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Detroit Voters Decriminalize Psychedelics, Joining Ann Arbor

Detroit voters passed the city’s first psychedelic decriminalization initiative, making entheogenic plants among the lowest law enforcement priorities.

DoubleBlind Mag

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Updated November 7, 2021

Today, Detroit voters passed Proposal E, an effort to decriminalize the personal possession and therapeutic use of entheogenic plants and fungi, including psilocybin mushrooms. The final count came in at 61 percent approval, per The Detroit News. The proposal makes the arrest for the possession of these substances the lowest law enforcement priority—it does not legalize entheogens. The substances remain Schedule I controlled substances under federal law and in Michigan State. 

Proposal E includes a broad definition of natural entheogenic, including:

“…the full spectrum of plants, fungi, and natural materials and/or their extracted compounds, limited to those containing the following types of compounds: indole amines, tryptamines, and phenethylamines.”

Psychedelic cacti, mescaline, and ayahuasca all fall under this definition. Unlike a similar resolution recently passed in Massachusetts, Proposition E does not exclude the possession of peyote in the legislation.

Justin Petty, a spokesman for the grassroots advocacy group Decriminalize Nature Detroit told Detroit Free Press that Proposal E could offer momentum for statewide legislation. And while the number of people charged for using these substances may be reduced, it’s still possible to face penalties for the possession and use of entheogens.

“They may get a ticket,” he tells Detroit Free Press, “[…] but there’s no confiscation of vehicles and kicking doors and things of that nature. They still have to respect and honor federal law, but they don’t have to, I guess, bring the full weight of the law to bear.” Decriminalize Nature Detroit supported the ballot proposal. 

Read: Decriminalization vs. Legalization: What’s the Difference?

Prior to the vote, the Citizens Research Council of Michigan, a non-partisan group, analyzed the proposal. Group President Eric Lupher told Radio Michigan: “This is not a big issue in the first place. Police departments and prosecuting attorneys are not spending a great deal of time dealing with these drugs.” Selling scheduled substances in Detroit, he added, would still be prosecuted.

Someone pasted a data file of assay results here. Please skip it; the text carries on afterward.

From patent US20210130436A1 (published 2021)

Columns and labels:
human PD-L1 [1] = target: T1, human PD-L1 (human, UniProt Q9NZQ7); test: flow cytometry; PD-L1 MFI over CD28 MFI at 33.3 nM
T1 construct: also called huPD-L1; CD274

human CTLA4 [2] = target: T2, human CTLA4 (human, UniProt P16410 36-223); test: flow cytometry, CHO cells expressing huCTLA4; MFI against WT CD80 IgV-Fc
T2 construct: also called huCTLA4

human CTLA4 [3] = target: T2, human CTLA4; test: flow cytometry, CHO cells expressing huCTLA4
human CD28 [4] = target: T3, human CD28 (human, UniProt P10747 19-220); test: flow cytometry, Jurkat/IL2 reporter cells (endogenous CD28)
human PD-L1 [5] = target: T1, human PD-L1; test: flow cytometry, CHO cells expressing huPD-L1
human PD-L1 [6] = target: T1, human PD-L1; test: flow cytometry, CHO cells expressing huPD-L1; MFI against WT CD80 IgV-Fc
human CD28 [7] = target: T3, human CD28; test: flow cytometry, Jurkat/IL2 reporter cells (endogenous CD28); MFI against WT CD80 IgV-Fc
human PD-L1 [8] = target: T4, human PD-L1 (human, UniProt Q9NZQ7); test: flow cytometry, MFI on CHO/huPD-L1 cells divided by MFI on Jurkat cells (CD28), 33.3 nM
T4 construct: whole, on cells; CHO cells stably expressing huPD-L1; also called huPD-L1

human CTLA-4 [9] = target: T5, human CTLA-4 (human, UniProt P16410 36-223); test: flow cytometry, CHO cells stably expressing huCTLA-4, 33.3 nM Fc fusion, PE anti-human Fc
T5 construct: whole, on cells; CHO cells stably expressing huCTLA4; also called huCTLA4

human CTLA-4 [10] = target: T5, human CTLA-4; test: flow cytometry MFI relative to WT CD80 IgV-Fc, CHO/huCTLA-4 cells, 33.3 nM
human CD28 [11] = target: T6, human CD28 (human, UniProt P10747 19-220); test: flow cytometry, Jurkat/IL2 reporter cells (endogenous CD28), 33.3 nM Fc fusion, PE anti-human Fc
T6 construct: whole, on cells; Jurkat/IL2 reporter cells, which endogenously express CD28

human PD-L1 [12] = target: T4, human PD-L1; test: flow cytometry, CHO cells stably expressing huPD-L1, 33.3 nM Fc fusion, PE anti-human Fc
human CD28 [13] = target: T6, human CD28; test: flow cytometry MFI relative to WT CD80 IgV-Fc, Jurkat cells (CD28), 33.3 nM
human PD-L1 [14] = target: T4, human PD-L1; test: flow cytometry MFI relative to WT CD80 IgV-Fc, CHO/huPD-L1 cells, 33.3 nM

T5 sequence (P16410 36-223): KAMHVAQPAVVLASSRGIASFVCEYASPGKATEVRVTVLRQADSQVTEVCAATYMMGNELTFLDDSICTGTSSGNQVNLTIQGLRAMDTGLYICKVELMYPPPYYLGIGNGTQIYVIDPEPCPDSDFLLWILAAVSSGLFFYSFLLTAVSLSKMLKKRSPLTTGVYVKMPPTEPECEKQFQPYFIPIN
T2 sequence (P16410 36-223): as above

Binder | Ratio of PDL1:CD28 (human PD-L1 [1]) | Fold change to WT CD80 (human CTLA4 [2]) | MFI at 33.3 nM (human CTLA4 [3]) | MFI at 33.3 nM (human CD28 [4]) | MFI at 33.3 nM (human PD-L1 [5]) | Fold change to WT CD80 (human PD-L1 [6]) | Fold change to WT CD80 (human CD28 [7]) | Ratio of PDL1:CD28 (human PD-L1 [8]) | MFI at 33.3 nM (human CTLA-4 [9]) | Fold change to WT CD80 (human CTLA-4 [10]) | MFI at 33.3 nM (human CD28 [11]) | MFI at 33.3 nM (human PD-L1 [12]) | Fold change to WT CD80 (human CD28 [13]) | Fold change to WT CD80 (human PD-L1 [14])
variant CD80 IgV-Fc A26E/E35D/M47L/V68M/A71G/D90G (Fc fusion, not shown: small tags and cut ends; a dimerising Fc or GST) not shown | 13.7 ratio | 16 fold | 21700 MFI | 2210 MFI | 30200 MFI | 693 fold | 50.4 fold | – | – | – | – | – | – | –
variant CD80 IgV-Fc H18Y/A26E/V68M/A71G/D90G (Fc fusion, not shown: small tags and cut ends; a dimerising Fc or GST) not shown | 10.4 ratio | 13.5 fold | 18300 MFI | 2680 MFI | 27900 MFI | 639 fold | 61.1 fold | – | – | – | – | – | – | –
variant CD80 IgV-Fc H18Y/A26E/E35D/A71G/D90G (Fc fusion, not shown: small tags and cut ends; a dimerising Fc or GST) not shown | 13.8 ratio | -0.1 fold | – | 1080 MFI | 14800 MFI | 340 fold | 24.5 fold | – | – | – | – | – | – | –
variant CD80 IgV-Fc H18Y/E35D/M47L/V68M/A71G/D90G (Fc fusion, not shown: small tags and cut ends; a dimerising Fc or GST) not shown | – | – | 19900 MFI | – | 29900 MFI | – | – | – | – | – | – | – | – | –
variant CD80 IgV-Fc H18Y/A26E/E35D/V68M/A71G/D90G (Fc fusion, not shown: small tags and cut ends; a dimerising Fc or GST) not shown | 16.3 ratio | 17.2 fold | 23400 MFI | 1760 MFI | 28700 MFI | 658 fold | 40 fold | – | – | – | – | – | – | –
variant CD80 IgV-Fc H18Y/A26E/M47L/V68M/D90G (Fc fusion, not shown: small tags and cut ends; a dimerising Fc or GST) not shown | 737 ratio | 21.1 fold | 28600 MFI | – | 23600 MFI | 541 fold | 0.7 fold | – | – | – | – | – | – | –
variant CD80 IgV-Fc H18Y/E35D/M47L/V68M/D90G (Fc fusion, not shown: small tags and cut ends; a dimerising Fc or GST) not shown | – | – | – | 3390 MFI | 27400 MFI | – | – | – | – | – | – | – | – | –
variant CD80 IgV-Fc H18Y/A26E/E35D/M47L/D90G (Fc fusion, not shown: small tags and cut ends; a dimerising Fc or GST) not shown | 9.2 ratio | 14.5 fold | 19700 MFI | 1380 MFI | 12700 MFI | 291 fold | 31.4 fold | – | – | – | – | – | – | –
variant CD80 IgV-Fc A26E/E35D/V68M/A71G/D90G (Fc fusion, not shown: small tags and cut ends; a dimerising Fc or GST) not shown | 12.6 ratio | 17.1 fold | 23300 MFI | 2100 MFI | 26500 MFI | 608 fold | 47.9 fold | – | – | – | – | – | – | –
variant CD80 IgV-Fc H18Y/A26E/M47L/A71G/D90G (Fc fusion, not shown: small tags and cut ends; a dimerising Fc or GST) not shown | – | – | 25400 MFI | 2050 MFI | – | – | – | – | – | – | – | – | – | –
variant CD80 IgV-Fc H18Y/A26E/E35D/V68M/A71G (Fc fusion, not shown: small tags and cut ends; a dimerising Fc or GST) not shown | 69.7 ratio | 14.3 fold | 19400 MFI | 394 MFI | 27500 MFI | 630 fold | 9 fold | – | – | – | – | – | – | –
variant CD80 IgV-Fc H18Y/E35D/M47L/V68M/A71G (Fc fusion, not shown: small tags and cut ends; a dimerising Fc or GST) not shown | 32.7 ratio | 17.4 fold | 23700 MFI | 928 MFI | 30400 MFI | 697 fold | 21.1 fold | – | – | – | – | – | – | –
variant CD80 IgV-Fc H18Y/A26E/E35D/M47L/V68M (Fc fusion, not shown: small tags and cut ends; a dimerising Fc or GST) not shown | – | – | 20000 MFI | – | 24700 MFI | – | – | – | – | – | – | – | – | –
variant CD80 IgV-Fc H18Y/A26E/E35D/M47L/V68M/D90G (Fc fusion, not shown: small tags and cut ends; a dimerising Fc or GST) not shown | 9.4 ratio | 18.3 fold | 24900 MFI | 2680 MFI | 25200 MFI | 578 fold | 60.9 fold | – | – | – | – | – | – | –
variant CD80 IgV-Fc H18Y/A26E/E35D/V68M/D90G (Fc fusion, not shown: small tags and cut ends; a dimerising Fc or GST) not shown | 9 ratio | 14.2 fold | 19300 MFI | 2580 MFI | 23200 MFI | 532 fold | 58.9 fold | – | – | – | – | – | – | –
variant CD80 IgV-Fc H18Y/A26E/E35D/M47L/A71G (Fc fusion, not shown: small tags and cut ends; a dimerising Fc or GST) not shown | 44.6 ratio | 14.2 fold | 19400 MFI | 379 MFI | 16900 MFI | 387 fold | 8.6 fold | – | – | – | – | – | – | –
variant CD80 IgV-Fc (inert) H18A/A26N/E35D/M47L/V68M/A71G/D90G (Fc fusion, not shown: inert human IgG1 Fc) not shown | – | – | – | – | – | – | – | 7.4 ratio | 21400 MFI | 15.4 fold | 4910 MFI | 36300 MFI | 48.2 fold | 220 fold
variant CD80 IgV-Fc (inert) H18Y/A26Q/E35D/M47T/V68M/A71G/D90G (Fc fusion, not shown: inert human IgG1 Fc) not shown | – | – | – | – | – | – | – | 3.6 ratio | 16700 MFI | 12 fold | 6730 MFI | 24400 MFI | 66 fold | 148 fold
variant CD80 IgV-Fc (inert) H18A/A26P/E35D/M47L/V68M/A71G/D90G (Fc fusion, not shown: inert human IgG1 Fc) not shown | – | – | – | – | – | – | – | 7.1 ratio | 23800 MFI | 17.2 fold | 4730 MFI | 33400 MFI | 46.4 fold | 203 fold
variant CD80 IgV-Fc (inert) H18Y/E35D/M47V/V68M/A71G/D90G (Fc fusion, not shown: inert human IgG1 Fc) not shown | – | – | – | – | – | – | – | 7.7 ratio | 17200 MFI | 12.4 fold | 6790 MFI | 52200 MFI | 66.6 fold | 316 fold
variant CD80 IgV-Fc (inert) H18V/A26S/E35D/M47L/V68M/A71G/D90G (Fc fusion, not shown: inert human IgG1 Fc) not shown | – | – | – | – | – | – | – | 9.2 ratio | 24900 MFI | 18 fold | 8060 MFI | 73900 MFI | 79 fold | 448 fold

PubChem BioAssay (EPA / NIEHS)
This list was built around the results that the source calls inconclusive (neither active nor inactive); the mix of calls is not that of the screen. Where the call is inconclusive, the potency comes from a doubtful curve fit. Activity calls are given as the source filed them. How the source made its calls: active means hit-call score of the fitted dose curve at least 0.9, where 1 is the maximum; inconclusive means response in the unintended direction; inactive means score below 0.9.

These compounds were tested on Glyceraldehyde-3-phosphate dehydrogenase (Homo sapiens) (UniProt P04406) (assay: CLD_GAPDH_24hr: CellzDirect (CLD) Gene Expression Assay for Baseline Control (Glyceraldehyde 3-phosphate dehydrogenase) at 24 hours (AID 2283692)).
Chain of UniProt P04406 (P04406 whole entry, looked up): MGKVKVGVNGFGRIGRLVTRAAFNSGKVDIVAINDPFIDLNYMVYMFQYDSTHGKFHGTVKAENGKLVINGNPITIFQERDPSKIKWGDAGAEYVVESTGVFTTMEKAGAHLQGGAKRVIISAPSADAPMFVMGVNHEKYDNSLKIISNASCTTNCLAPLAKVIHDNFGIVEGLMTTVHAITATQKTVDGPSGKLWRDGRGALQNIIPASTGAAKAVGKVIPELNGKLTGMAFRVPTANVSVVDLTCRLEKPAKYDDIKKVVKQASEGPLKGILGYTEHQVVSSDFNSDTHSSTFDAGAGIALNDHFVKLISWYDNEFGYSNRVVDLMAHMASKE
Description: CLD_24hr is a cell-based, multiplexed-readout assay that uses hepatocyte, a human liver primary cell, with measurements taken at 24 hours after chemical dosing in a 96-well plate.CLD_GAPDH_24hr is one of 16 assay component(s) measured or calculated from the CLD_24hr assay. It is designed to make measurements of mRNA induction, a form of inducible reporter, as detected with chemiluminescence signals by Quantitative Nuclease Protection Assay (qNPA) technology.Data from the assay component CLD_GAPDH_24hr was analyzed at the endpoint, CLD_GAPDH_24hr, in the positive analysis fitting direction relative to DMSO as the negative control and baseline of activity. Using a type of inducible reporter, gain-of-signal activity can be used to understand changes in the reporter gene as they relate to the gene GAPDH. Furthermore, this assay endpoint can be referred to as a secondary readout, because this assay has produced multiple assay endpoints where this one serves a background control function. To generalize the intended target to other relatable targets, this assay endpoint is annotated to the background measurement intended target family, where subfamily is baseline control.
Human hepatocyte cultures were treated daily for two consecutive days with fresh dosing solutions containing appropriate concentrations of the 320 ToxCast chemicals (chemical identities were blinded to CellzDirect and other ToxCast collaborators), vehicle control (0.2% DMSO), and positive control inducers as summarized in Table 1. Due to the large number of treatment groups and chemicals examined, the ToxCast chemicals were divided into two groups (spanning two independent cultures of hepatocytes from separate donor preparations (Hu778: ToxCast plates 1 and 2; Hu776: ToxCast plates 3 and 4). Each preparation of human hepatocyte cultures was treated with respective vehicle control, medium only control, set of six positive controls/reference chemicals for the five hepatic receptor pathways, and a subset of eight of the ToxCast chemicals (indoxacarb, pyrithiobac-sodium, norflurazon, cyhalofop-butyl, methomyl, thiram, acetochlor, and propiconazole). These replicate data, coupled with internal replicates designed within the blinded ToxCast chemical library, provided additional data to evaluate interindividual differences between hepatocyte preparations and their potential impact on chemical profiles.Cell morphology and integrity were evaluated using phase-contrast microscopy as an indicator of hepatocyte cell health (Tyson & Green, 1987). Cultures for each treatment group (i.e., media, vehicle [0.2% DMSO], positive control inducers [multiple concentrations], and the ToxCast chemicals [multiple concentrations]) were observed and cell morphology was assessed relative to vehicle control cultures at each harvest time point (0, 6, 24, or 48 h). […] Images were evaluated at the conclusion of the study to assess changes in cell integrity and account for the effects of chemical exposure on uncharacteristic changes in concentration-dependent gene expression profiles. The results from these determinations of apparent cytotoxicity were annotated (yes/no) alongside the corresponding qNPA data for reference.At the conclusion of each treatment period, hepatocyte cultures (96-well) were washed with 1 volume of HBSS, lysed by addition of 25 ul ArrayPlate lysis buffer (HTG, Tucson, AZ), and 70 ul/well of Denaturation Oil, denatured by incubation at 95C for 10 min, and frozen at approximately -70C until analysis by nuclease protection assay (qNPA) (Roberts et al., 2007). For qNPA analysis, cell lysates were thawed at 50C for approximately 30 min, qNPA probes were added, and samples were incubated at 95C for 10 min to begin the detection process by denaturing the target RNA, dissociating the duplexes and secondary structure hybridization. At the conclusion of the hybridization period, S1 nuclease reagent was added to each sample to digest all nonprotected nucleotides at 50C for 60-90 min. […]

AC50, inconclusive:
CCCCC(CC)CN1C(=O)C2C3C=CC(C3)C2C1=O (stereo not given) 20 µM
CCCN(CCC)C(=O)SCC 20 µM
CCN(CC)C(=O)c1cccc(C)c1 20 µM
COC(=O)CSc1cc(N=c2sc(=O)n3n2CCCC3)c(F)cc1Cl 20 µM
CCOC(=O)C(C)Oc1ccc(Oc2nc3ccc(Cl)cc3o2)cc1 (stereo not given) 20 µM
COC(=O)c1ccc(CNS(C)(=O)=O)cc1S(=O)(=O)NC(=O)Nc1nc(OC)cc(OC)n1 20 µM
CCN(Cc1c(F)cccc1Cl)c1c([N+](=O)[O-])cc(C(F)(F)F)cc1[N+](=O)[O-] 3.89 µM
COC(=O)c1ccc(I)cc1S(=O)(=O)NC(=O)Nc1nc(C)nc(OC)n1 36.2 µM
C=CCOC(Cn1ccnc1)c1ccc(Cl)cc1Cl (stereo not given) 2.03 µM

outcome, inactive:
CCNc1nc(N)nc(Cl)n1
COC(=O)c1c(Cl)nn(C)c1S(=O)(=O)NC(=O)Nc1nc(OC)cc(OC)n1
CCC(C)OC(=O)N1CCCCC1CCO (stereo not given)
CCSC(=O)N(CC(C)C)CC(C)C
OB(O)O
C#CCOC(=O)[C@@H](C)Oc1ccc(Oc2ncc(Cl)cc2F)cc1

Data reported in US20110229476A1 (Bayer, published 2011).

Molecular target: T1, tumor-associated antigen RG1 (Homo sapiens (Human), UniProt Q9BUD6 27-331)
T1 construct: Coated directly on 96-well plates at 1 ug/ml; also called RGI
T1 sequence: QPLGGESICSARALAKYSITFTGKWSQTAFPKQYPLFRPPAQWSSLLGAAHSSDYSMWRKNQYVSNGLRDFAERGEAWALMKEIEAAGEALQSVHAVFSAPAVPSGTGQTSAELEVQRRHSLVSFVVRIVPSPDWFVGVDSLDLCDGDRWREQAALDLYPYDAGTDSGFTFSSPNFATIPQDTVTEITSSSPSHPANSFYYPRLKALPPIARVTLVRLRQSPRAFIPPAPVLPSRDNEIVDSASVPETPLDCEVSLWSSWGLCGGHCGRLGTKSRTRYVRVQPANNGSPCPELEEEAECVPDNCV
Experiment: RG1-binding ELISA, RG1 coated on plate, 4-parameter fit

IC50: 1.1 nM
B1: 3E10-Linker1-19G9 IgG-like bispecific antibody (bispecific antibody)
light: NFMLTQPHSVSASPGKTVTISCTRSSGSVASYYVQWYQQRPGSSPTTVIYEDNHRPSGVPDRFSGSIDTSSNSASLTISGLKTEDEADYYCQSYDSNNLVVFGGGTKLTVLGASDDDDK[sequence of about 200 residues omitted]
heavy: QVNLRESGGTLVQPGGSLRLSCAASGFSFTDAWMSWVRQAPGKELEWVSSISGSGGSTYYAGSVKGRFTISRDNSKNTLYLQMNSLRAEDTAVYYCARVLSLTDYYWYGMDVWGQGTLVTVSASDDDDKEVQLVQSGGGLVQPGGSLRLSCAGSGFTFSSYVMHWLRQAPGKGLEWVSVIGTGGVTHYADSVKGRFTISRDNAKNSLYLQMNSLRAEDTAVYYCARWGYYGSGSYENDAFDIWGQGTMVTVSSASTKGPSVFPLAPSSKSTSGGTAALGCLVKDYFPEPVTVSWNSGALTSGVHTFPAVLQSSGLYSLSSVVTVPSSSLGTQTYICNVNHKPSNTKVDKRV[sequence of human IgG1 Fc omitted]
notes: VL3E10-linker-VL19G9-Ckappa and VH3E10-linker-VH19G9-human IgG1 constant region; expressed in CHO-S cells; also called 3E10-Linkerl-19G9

Yet, limiting the sheer number of arrests may not be the only reason to decriminalize. The Legislative Policy Division of the Detroit City Council explains in a summary of the measure:

“While the DEA considers [entheogenic plants] to have a potential for abuse, others believe them to have medicinal value for treatment of depression and pain and other maladies, religious significance, and accompanied by a low propensity for abuse.”

Proposal E was one of several historic pieces of legislation in front of Detroit voters today. Other notable measures included Proposal R, which would create a reparations task force that would “make recommendations for housing and economic development programs that address historical discrimination against the Black community in Detroit.” Proposal R passed with an impressive 81 percent of the vote. Detroiters also voted on Proposal S, which, as Detroit Free Press reports, “change[s] a section of the city’s governing document that would give citizens more power over city spending.” Proposal S was denied.

Additionally, this election may not be Detroiters only opportunity to see policy change related to entheogens. Earlier this year, Michigan senators Jeff Irwin (D) and Adam Hollier (D) introduced Senate Bill 631 to the legislature. The bill would make the possession and use of psychedelics “exempt from criminal prosecution in certain circumstances,” as reported by Forbes

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The bill does not legalize the commercial sale or large-scale manufacturing of psychedelic plants, nor fungi. It does, however, allow for a “reasonable fee for counseling, spiritual guidance, or a related service that is provided in conjunction with the use of an entheogenic plant or fungus under the guidance and supervision of an individual providing the service.”

Detroit currently follows the footsteps of Ann Arbor, whose city council decriminalized entheogenic plants in September of 2020.

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DoubleBlind is a trusted resource for news, evidence-based education, and reporting on psychedelics. We work with leading medical professionals, scientific researchers, journalists, mycologists, indigenous stewards, and cultural pioneers. Read about our editorial policy and fact-checking process here.

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DoubleBlind Magazine does not encourage or condone any illegal activities, including but not limited to the use of illegal substances. We do not provide mental health, clinical, or medical services. We are not a substitute for medical, psychological, or psychiatric diagnosis, treatment, or advice. If you are in a crisis or if you or any other person may be in danger or experiencing a mental health emergency, immediately call 911 or your local emergency resources. If you are considering suicide, please call 988 to connect with the National Suicide Prevention Lifeline.

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